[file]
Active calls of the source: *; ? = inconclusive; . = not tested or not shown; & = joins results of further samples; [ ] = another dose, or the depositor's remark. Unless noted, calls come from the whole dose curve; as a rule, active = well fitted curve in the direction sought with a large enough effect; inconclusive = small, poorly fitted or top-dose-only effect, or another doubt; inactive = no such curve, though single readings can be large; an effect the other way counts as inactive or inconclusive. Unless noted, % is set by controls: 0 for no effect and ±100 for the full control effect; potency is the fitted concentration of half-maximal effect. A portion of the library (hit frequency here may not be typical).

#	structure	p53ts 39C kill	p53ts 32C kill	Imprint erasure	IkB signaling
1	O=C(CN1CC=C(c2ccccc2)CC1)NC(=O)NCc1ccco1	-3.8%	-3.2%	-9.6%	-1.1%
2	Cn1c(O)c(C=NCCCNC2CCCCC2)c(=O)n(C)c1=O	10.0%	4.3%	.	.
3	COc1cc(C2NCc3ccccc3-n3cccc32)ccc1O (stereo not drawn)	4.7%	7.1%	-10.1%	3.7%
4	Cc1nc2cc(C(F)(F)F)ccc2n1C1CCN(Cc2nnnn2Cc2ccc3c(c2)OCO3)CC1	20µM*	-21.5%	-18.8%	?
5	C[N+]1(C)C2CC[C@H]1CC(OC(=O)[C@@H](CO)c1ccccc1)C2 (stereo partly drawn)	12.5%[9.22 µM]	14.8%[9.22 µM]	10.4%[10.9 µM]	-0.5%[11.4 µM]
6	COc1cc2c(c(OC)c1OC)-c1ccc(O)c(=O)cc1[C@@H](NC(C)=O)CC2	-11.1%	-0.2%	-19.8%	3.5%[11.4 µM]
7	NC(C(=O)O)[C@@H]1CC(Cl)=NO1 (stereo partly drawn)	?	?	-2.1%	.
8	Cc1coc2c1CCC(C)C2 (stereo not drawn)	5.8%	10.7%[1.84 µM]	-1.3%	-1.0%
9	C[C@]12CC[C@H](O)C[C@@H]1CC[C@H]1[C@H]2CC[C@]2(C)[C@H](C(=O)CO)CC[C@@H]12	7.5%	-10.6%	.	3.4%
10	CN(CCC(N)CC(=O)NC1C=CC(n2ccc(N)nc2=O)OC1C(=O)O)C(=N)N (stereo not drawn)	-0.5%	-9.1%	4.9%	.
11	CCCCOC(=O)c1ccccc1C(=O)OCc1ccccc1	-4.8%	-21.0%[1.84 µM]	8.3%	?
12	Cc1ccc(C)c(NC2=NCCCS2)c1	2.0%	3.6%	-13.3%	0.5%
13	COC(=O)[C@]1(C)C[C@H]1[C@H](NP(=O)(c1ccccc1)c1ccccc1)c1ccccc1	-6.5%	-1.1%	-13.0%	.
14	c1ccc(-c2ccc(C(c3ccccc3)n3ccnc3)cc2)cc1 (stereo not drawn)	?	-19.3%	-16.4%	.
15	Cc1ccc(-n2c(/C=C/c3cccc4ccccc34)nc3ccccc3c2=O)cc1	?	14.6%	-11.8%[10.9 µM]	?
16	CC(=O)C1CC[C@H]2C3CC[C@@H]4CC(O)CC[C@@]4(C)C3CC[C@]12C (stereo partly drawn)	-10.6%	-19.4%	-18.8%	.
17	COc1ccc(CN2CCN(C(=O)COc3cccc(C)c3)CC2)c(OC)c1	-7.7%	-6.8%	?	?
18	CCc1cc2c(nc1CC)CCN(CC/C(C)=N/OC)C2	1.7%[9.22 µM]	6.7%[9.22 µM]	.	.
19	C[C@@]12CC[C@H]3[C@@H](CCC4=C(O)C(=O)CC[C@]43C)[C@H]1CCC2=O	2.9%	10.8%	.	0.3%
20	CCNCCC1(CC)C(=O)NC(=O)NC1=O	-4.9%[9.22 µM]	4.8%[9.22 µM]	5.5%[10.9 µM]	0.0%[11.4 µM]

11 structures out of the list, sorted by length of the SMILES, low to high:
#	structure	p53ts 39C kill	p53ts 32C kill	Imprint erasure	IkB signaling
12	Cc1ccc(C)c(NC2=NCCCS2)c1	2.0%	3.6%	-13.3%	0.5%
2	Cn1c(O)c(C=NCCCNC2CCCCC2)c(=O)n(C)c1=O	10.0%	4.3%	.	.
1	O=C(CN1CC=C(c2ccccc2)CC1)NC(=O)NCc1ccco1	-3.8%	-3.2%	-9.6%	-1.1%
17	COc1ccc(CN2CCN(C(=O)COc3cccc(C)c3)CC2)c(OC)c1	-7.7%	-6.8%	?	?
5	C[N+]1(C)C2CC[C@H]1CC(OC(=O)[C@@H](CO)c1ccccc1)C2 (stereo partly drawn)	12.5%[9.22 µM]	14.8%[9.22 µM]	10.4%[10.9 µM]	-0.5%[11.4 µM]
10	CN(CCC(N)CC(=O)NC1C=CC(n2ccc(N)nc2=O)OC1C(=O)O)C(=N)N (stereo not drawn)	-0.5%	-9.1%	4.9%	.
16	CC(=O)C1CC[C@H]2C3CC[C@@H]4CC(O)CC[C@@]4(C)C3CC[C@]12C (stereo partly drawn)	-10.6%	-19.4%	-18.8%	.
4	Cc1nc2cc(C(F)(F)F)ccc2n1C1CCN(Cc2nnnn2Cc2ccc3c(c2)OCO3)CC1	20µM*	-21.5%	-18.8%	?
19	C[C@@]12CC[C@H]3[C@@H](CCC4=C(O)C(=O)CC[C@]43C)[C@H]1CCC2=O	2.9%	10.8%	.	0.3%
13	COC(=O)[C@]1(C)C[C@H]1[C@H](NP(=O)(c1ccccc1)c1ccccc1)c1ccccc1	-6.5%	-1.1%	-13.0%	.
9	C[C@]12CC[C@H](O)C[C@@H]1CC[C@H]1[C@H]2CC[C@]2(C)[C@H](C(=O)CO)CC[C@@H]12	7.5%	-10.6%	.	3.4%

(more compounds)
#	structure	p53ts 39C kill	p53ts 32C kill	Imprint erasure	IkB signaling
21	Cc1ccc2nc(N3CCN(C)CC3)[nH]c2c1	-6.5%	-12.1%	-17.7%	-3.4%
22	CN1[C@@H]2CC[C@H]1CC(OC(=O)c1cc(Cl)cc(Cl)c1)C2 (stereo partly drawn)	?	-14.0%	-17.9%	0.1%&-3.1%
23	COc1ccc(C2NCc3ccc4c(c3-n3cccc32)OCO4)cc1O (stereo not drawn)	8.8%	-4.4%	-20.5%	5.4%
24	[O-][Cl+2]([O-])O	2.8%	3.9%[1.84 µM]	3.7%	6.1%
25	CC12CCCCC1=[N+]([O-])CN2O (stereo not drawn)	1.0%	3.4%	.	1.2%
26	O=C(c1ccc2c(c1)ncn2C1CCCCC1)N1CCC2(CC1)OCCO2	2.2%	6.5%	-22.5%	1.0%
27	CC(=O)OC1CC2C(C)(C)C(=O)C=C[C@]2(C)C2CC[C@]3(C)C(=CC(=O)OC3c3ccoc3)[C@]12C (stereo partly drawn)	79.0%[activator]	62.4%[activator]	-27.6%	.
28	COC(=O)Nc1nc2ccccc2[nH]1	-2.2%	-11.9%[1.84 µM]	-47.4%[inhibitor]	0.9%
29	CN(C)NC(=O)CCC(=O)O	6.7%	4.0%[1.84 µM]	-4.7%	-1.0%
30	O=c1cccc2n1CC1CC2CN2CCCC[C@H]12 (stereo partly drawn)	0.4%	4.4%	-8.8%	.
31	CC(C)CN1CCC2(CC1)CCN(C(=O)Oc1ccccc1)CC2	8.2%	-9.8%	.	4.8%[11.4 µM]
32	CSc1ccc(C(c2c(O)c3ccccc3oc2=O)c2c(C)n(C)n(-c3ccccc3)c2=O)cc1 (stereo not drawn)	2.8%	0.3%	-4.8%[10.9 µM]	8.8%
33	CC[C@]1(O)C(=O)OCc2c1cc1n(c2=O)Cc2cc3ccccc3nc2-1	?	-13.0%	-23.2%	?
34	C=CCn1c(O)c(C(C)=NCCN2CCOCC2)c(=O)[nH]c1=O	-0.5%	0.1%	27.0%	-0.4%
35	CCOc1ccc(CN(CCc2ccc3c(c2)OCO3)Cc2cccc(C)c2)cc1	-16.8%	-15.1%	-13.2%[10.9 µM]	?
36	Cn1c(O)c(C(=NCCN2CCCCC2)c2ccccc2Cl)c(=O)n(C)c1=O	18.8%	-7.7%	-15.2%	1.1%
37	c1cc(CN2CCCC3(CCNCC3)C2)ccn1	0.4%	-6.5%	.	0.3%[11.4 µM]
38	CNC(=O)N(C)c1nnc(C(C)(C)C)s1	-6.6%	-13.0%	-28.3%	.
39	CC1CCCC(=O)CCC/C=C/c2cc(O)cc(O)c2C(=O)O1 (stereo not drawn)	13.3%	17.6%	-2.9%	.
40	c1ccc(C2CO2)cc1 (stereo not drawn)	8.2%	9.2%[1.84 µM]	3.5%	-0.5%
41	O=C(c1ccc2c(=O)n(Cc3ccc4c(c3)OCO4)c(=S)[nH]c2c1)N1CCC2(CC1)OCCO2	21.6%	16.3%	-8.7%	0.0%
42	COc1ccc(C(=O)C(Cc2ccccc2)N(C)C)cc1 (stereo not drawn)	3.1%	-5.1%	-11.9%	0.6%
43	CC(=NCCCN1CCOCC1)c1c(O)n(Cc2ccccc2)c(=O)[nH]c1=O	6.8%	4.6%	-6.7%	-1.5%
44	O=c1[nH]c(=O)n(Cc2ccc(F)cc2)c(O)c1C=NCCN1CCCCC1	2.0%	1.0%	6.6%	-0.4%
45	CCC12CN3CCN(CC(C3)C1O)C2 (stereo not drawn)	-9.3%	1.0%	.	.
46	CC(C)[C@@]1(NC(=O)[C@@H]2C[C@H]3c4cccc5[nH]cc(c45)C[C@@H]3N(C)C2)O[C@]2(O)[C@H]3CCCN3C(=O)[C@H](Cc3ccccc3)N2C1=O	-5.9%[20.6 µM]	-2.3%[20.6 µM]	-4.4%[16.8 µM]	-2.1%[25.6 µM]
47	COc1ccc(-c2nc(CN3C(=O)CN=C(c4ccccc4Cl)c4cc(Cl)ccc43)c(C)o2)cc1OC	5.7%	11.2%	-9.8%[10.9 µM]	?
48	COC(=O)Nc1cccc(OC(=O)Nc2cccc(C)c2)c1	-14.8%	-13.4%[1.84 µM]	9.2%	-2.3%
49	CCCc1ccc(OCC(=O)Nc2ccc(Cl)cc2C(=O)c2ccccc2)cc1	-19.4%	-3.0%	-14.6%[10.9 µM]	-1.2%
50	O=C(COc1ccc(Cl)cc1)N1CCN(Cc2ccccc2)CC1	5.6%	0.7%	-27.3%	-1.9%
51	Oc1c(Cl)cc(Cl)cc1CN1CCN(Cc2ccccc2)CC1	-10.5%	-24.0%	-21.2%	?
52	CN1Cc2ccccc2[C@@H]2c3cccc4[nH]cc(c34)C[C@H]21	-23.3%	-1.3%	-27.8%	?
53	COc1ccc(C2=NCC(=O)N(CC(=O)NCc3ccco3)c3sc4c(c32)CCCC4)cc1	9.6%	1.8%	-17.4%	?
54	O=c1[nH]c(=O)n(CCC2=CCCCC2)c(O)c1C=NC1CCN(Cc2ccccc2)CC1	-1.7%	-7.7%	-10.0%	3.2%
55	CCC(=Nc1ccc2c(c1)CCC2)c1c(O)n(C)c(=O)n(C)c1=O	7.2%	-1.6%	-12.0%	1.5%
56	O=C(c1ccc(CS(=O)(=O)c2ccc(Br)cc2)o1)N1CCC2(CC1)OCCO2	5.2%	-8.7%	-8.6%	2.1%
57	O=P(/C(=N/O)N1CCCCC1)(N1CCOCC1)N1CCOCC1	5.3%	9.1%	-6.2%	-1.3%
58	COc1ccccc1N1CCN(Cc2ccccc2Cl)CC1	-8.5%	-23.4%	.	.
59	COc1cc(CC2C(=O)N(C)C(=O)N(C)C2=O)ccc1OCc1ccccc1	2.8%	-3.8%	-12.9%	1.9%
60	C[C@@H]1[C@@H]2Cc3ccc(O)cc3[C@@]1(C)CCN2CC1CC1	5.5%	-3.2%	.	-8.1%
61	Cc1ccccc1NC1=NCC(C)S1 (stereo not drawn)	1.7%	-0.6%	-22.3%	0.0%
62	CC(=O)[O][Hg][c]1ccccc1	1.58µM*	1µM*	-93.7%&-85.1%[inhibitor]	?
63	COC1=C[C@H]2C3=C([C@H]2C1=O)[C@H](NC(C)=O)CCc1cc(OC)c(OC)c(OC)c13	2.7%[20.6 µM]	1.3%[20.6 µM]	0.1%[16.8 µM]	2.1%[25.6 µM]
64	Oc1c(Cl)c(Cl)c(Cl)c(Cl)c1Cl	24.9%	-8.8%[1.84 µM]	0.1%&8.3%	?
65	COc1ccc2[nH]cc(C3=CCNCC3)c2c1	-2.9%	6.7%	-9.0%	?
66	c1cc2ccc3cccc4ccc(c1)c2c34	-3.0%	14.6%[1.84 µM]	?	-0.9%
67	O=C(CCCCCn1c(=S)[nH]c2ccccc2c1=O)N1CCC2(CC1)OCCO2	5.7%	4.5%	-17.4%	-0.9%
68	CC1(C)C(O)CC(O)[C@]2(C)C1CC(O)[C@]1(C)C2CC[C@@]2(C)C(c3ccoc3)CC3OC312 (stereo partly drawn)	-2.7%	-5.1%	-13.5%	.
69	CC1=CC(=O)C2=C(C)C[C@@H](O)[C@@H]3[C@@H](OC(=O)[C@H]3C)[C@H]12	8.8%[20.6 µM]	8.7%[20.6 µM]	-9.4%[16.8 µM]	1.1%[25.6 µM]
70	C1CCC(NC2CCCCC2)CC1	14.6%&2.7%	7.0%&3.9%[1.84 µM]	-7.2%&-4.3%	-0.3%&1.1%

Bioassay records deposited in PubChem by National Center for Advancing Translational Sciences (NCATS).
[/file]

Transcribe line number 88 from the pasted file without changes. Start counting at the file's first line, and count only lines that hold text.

Bioassay records deposited in PubChem by National Center for Advancing Translational Sciences (NCATS).